After weeks of foul weather, today smiles on us with sunshine and a cooling breath of wind. That breath is becoming a hot berg wind, though, and the heat is surely a warning that more foul weather is on its way. Nevertheless … the day feels like summer and it reminds me how enormously privileged I am to live here next to the sea.
So by 9am, I have downed tools – work can wait until later – and I’m on the beach, coated in sunscreen, with not another human in sight. The only fellow beach creatures (well, those that I can see anyway) are birds. It is, after all, a Wednesday morning.
I even have a quick dip, although the water is still on the chilly side. Mostly, though, I forage for things like shells, polished sea glass (did you know that the sea glass got that way because it’s been nurtured by the sea and sand for 20 to 30 years?), gnarled driftwood, and smooth rounded stones.
Some of the treasures get carted home, where they sit around the garden looking pretty. Sometimes, shells may have a practical purpose, like edging for a bed or pathway. Broken shells make fabulous mulch, especially in pots.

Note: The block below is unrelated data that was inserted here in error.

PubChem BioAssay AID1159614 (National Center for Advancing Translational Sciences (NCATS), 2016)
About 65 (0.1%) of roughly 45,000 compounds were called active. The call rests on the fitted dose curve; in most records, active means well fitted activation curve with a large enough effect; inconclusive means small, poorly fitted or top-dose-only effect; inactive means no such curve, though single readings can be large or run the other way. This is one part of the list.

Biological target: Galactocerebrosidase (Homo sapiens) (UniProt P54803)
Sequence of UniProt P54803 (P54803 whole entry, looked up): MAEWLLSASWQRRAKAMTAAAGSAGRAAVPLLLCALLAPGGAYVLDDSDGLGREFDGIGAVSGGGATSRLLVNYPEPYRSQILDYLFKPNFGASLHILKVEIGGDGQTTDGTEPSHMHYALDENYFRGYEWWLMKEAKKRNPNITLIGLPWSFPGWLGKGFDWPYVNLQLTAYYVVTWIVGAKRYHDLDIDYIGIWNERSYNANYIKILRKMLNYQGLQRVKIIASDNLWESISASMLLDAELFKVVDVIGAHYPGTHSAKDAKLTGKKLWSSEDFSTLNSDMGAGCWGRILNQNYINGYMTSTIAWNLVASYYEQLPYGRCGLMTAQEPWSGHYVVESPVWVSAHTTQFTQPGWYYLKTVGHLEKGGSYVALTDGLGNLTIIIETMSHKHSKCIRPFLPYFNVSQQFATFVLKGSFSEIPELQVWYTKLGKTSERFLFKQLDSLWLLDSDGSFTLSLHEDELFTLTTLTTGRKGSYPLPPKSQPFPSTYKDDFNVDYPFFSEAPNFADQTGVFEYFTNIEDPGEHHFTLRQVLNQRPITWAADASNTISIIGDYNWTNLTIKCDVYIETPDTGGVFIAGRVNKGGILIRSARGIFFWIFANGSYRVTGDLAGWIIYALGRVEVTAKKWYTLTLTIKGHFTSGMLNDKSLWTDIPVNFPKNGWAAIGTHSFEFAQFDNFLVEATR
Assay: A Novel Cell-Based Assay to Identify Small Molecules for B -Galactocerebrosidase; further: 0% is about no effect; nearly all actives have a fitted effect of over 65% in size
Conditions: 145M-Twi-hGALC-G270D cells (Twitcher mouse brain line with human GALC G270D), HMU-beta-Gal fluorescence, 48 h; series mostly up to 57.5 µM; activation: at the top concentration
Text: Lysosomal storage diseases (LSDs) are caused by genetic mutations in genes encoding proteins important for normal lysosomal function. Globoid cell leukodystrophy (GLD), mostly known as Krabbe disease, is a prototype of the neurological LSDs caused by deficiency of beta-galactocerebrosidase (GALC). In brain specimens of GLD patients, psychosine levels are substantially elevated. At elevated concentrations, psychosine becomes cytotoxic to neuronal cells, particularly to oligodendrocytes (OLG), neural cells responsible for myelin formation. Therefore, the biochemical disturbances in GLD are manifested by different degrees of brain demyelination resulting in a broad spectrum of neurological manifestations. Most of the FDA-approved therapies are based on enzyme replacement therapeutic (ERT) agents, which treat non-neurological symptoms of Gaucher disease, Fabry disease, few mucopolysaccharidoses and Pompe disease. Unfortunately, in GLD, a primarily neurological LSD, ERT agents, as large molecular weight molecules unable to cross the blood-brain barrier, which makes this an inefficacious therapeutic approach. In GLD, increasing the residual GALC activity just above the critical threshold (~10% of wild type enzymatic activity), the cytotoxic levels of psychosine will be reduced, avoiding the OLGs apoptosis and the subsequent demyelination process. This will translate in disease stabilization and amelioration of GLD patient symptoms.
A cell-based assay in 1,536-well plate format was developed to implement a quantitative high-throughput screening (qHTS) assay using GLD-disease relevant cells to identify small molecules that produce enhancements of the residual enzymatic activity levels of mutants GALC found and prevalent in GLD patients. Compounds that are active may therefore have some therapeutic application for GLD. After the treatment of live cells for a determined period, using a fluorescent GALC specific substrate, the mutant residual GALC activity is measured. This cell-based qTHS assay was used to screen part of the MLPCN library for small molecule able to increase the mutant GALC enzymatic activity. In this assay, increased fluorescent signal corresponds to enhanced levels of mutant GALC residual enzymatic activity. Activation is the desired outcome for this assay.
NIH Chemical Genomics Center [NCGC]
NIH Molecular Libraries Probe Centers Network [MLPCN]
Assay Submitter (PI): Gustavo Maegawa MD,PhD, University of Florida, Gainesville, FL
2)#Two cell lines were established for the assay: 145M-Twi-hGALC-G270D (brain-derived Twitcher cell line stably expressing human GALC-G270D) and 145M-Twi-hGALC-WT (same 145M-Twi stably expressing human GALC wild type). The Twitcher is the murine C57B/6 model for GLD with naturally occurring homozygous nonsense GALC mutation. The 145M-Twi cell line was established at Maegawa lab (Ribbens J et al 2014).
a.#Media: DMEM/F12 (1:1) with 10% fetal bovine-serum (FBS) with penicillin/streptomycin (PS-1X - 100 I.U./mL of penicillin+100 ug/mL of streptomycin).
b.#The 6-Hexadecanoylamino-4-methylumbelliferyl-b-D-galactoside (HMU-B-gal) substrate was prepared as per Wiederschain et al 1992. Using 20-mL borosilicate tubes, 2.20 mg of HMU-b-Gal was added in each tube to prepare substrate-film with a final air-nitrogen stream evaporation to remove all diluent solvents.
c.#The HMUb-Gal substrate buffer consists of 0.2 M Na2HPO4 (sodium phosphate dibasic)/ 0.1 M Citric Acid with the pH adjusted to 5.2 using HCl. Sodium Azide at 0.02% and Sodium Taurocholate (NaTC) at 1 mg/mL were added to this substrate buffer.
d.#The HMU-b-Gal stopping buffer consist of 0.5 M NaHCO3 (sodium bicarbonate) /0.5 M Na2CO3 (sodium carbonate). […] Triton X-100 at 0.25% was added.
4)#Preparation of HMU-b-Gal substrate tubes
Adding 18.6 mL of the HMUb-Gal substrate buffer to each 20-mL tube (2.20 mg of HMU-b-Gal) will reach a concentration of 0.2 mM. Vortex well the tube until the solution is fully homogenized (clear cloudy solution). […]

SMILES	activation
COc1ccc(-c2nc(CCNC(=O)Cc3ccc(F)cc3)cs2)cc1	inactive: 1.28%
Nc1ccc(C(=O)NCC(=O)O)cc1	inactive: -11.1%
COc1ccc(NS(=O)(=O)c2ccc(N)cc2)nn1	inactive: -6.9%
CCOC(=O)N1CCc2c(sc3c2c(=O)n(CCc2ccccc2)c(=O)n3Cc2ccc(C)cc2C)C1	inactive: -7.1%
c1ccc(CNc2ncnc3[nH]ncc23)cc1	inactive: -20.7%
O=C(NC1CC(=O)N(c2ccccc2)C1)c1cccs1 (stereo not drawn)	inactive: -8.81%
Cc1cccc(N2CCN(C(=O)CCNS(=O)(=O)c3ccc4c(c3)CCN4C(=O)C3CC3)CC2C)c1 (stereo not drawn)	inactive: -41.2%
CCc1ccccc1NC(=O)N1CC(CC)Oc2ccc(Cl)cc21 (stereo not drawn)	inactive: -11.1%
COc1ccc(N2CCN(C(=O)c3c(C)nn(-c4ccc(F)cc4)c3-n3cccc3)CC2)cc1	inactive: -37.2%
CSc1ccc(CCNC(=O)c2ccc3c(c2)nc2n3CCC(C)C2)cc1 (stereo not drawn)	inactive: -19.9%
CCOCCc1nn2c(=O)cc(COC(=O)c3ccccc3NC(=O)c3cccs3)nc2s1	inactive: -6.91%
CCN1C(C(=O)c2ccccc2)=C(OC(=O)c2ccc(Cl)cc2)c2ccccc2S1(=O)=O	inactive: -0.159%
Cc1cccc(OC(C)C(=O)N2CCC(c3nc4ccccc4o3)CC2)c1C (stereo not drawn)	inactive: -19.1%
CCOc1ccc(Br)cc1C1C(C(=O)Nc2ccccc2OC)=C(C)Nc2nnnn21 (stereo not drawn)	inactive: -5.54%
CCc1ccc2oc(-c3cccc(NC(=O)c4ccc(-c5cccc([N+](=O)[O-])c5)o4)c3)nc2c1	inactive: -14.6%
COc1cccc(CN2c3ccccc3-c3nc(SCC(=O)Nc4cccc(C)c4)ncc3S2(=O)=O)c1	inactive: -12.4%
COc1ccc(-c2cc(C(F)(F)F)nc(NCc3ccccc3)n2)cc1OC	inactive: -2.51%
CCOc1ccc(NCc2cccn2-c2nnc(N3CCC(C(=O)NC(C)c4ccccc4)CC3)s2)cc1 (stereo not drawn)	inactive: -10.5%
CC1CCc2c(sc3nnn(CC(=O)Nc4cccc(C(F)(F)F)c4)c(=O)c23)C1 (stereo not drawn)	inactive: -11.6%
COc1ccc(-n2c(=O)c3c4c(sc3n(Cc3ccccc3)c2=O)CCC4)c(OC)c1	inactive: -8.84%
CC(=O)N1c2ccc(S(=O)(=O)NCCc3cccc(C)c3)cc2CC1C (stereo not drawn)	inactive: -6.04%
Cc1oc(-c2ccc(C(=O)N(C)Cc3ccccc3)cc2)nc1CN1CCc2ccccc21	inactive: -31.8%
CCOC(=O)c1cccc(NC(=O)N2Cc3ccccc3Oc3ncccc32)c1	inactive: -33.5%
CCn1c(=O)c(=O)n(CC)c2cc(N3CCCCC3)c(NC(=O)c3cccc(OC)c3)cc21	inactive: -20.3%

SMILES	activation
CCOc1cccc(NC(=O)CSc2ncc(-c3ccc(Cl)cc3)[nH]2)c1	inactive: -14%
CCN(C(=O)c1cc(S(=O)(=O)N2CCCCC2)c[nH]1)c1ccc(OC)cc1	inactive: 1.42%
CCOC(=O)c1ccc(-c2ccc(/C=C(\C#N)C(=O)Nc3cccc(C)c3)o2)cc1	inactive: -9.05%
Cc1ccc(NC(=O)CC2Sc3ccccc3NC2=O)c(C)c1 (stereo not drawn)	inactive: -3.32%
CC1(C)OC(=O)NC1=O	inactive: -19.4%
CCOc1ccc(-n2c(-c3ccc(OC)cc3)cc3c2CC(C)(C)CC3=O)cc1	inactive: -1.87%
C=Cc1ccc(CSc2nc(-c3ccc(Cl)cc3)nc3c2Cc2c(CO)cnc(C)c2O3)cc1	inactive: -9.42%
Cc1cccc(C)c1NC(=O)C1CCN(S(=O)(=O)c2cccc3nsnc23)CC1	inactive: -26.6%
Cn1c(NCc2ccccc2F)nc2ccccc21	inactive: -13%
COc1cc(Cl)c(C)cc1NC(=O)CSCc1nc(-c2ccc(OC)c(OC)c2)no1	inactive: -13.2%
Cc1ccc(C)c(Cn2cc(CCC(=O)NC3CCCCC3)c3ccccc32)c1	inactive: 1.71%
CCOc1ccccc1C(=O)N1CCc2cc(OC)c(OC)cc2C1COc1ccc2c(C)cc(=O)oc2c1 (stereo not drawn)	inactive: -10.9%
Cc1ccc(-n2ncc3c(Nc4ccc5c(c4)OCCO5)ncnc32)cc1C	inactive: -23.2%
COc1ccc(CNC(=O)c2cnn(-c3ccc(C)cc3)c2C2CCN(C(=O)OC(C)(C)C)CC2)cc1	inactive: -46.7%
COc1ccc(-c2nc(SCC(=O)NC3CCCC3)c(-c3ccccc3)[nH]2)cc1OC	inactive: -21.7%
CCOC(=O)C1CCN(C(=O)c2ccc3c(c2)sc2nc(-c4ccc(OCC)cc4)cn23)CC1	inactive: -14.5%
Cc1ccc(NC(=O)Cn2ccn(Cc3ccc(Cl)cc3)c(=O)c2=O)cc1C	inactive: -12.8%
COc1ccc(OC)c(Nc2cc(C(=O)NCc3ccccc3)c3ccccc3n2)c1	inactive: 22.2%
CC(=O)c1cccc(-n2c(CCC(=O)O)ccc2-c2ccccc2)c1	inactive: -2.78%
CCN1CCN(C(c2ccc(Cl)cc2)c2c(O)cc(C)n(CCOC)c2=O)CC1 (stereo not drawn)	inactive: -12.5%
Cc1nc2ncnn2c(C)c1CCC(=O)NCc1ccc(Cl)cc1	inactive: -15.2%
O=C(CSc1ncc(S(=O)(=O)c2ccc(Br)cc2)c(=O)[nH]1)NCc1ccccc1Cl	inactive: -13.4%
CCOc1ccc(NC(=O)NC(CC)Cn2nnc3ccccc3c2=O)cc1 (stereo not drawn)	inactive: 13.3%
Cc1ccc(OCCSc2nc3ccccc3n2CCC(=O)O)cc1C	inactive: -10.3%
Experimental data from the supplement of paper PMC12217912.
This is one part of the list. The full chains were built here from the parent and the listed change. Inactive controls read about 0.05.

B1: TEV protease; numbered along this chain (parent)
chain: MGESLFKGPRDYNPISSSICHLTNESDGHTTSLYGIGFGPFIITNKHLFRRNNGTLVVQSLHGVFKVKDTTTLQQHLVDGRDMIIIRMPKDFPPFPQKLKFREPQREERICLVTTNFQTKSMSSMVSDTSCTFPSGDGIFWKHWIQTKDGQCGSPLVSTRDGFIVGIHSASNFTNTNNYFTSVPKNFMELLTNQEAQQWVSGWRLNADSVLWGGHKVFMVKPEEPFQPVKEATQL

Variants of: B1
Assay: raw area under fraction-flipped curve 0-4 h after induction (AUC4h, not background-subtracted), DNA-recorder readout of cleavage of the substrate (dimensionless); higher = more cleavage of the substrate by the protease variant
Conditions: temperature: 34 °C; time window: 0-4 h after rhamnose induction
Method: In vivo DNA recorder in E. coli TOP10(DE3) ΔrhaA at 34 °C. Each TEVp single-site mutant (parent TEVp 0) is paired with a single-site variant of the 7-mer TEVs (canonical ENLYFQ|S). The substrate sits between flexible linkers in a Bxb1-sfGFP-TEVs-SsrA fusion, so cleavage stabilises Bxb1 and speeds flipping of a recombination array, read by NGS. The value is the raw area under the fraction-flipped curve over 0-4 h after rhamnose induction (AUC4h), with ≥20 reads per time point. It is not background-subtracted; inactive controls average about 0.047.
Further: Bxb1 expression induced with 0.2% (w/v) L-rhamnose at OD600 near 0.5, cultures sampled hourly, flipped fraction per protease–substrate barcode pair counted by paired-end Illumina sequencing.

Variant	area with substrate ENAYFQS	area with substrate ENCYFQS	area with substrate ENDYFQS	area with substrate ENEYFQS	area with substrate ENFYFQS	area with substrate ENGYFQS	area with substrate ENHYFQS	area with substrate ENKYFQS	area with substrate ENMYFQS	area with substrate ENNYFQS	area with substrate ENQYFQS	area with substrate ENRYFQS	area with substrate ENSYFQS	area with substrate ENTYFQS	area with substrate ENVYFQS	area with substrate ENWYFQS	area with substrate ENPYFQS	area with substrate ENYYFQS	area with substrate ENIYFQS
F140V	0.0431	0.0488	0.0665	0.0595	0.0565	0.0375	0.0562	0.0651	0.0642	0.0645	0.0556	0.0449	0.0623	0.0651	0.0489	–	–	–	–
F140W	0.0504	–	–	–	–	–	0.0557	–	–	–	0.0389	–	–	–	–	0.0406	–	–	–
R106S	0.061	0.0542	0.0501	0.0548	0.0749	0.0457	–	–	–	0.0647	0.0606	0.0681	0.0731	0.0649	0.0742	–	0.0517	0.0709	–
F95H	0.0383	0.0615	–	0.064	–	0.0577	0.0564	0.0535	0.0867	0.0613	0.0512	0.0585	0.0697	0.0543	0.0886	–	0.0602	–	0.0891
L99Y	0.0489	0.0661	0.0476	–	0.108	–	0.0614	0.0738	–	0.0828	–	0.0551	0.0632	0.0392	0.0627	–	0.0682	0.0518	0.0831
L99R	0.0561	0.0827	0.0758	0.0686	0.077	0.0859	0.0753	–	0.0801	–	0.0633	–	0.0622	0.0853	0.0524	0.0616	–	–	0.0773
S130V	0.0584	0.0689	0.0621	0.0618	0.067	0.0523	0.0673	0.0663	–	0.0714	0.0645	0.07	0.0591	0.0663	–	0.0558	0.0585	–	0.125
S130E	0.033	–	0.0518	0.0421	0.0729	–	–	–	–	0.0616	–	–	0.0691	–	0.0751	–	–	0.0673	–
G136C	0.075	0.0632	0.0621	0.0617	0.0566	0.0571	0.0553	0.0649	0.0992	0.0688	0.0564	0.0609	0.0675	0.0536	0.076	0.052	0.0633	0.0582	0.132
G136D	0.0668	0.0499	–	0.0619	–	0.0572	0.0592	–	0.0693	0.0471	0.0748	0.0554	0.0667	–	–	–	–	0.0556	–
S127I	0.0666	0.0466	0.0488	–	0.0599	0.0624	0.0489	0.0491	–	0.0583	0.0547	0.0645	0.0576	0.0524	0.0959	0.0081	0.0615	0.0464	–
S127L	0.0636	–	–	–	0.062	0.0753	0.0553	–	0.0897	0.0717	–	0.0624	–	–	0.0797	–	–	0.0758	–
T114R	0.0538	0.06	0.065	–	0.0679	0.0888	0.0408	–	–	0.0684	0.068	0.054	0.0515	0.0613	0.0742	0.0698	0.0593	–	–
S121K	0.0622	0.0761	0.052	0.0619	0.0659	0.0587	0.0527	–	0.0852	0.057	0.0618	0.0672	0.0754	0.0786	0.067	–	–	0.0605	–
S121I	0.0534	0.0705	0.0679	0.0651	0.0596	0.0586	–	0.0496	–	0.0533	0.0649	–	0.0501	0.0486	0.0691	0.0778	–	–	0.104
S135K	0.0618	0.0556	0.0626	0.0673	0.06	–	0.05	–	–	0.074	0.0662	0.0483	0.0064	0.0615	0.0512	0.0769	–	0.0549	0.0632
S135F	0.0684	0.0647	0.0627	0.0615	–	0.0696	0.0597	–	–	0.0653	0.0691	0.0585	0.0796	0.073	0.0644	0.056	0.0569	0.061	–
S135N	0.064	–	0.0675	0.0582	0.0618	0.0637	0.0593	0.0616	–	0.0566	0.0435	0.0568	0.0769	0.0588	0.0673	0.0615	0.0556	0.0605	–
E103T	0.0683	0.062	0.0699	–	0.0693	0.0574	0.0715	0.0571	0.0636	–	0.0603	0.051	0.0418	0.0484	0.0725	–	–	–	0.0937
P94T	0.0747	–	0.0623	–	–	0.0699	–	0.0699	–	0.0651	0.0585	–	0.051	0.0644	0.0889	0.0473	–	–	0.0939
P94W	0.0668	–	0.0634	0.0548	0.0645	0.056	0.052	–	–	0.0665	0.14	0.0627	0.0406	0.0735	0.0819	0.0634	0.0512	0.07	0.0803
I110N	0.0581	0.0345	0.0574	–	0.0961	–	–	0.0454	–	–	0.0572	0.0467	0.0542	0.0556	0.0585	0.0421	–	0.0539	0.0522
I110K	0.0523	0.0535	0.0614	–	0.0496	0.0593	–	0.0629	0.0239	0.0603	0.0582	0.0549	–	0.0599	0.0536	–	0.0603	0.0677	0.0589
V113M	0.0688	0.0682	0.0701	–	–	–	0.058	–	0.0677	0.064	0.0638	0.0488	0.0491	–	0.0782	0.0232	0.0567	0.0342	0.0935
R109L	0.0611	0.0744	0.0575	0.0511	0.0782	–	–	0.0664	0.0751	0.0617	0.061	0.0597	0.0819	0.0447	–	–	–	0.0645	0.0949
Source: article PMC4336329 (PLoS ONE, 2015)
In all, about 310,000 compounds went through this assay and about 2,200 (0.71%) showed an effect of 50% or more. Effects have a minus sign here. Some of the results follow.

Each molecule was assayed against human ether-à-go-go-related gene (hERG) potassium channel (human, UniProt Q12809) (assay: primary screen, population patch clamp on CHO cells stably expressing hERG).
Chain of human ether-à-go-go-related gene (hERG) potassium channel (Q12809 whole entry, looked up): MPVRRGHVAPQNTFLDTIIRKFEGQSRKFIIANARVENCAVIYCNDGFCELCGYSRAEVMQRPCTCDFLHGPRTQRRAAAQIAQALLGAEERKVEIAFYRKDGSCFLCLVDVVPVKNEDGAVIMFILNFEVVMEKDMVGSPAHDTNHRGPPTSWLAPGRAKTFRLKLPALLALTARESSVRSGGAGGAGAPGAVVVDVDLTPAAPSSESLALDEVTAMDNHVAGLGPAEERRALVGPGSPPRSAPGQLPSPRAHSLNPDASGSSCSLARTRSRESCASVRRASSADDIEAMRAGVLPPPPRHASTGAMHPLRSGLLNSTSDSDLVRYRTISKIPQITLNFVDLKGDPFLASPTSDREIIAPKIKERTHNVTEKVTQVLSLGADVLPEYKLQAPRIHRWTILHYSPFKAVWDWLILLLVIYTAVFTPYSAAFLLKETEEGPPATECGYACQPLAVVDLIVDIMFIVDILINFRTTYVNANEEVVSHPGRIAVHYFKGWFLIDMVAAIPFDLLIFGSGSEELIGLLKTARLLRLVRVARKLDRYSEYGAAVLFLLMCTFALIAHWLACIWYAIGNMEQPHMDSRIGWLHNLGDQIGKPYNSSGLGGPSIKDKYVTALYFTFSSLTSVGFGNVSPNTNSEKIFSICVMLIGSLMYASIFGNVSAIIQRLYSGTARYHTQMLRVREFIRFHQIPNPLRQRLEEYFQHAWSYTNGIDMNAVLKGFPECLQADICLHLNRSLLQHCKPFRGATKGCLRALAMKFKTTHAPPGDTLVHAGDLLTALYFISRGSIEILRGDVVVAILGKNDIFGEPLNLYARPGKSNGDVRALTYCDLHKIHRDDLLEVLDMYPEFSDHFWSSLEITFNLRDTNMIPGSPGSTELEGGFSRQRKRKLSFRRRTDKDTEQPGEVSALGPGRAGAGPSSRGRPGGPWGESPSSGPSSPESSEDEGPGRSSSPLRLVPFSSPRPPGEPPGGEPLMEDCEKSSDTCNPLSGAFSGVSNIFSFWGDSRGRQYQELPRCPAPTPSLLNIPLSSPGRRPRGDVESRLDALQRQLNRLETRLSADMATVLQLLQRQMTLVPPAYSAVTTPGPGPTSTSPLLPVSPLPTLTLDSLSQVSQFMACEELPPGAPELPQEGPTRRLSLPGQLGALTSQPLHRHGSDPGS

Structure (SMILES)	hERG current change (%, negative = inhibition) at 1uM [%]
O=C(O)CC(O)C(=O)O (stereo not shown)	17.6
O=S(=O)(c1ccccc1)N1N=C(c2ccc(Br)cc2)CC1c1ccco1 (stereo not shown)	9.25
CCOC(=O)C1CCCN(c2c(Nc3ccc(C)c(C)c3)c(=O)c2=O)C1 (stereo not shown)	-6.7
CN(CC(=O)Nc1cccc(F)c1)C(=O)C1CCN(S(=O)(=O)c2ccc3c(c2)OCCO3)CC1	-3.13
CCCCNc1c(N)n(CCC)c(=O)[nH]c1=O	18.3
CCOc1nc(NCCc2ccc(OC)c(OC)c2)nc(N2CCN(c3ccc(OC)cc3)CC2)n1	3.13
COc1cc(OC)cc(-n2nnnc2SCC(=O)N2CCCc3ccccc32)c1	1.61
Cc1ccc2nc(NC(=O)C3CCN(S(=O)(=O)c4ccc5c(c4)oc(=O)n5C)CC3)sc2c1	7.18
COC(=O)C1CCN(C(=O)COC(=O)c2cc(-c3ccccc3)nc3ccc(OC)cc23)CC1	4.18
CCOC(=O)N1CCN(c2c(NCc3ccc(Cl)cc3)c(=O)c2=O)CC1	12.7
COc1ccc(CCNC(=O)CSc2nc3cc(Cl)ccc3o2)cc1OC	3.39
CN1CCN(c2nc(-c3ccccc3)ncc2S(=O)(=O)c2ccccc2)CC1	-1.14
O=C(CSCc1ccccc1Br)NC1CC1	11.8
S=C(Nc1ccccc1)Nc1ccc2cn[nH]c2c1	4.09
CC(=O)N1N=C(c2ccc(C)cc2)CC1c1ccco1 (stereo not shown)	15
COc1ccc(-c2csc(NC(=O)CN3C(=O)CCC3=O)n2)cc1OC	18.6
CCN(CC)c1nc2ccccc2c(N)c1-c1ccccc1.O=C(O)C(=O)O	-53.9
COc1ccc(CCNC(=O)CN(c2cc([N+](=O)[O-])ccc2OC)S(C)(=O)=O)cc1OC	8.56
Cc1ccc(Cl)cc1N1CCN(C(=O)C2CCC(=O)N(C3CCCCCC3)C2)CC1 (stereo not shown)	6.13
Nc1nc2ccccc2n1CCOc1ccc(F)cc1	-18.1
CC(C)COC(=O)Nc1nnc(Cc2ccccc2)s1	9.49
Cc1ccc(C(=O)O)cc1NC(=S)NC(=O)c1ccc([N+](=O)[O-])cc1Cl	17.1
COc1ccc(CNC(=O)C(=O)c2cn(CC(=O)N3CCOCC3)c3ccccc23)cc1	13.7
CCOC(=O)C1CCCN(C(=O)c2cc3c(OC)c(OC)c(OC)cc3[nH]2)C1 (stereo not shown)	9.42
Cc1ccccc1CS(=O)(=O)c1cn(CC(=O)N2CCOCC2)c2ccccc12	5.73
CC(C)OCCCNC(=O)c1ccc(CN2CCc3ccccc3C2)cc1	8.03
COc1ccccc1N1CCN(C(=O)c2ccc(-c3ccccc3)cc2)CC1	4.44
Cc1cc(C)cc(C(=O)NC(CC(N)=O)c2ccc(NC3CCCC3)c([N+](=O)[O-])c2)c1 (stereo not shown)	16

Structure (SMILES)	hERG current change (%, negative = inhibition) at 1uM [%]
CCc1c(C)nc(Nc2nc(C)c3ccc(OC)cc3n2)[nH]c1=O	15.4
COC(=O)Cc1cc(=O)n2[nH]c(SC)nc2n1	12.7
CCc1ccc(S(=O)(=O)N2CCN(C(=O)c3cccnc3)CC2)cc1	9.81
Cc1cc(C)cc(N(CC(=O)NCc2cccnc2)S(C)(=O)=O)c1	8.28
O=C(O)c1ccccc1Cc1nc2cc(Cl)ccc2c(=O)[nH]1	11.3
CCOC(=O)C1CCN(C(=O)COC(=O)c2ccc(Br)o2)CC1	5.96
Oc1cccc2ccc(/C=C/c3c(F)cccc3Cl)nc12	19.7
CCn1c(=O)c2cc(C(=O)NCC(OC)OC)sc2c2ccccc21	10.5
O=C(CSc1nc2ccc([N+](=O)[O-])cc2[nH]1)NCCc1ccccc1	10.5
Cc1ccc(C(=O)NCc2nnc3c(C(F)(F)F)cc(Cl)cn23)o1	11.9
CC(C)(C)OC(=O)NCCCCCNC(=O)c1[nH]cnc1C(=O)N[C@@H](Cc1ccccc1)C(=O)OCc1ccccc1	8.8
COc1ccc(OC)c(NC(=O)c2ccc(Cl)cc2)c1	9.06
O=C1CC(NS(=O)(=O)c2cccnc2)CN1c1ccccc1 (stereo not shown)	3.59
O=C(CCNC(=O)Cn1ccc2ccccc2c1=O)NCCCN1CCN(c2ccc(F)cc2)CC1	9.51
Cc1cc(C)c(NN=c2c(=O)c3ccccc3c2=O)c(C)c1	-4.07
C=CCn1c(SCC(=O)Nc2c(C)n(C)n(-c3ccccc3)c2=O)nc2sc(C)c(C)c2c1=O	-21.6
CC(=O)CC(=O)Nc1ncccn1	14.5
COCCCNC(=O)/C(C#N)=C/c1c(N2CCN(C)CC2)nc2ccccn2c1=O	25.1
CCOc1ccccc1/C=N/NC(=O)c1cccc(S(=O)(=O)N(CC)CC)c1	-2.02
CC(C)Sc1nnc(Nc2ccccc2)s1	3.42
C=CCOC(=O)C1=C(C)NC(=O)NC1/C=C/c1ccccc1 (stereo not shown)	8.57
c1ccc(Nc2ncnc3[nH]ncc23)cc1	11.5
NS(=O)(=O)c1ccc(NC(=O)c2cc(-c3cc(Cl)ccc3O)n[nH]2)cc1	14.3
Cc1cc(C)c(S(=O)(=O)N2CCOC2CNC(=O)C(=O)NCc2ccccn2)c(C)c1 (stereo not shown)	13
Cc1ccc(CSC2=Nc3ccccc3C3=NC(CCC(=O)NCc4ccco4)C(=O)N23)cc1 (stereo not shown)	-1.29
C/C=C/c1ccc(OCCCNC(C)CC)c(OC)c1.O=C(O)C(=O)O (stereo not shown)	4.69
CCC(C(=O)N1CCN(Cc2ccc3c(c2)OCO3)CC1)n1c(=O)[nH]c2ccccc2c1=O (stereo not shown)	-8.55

Some treasures and beach-found things become part of a mosaic or a mobile. I’ve just made a big mobile that hangs over a workspace in my office. It’s great inspiration for me when I’m doing something serious.
The flooded rivers – all this rain – brought down heaps of driftwood that has washed onto the beach, and a few pieces have found new life woven into my fence.Recently, I paid a man called Lub to dig out a stretch of grass for a new bed. He turned out to be so handy that he built a gate – from driftwood – for an awkward spot. I’m thinking of adorning it with a few strings of shells …